Ed has been working for some time on an article entitled Record Sales List, which lists all documented sales from $5,000 and up. It is currently over 1,000 titles and growing. Ed plans to put it on line today. You can get to the article by going to our home page. At least this will show our visitors that WE ARE BACK and WE ARE WORKING.

The people here in Austin have been great. We did have one incident here at the hotel. The back window of our van was broken and two items were stolen. One was my son’s guitar amp. He worked all last summer to pay for it. The second – and this is the real heartbreaker – they stole a bag that I had that contained all our home movies. The tapes were of our kids’ birthday parties; gym meets; baseball games; family vacations – 20+ years of memories. I’m still angry and hurt that someone would do this to us – but Ed keeps reminding me that the family is safe and we will make new memories. But I’d still like to get my hands on the SOB’s who took them.

And while I’m venting – the people at MCI communications are horrible! My daughter and her family left a day earlier to go stay with my son-in-law’s relatives in Atlanta. By the time we made the decision to leave, we were told to go west. My daughter was concerned and asked that I check in with her when we arrived somewhere – since we didn’t even have a destination when we left. I made two telephone calls to Atlanta using the hotel telephone and charging it to Paypal – MCI charged our card $99.00 for TWO PHONE CALLS. When we called their office and questioned the call – they told us it would take weeks before they would investigate it. We explained that we were evacuees and that we were living off this card. They were extremely rude – especially the supervisor named Val. This woman was heartless. She told us too bad but there’s nothing she could do. Of course I plan to take this up with Paypal – but please, give us a break. This is just another thing we have to deal with. So – if anyone is considering doing business with MCI in the future – DON’T. This is the most heartless and cruel company I have ever had the distaste to deal with – no sympathy, no respect, no help. They’re nothing but leeches.


All in all, this has been a heart-wrenching experience. It is heartbreaking for me to see what is happening to New Orleans. I was born there; went to school there; went to college there; met Ed there in the French Quarter; married there; had my children there. Ed and I bought our first movie poster there in the French Market – a half sheet of Gidget. We were dating at the time. We saw it at the flea market and when I told him that was one of my favorite movies when I was growing up, he bought it for me. And that was the beginning of our movie poster passion.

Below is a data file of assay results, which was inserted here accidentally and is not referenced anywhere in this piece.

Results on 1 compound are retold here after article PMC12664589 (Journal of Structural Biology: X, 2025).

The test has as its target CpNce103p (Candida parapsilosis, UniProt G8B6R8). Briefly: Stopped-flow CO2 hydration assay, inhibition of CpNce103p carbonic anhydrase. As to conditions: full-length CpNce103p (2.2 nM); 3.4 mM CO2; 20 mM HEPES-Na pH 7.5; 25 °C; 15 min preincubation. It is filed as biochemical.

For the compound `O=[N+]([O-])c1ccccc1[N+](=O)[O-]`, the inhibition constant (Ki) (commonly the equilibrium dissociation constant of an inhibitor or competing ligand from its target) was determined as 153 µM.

But rest assured – WE WILL COME BACK. When Hurricane Betsy hit New Orleans on September 9, 1965 (I was 2 months shy of my 13th birthday), levees broke and flooded many of the same areas that are flooded today. To this date, Betsy had been our big one – the eye passed directly over us but it was just a Category 3. We went for weeks without power and many people said the same things being said today – will New Orleans ever recover. History shows that it came back stronger. That’s when newer levee systems were installed and city officials started looking at how to prevent this in the future. Unfortunately, their short-sightedness was that they built the levees to withstand another Cat 3 storm – they never took into consideration anything worse. I think they just never imagined that it could be any worse. We are an odd lot – and we just don’t give up.

I want to thank all of you for your thoughts, prayers and support. We want to particularly thank LAMP dealers Sue Heim of Hollywood Poster Frames and Bruce Hershenson of emovieposter for their initiative in trying to provide us with assistance. You will never realize just how much that helped – on so many levels. Things looked really bleak there for a little while – and our LAMP dealers and many fellow poster collectors and dealers came through for us. We will forever be appreciative.

We know we have a monumental task in front of us but we are grateful that our family is safe and we have a home. Many of our friends and neighbors were not so lucky. My sister lives in St. Bernard Parish – she has lost everything. Of course, she will be living with us so she knows she has family.

Many things have come out lately in the media – some of it just so wrong. These people don’t have a clue but yet they make bold statements like they’re experts. I plan to write an article about my feelings about this whole incident. Living here for 51 years has made me more of an expert than these news guys. They’re simply after a story. As soon as I get my thoughts together, I will let you know in case you would like to hear someone from within’s opinion.

Again – we want to thank everyone for their kindness and support.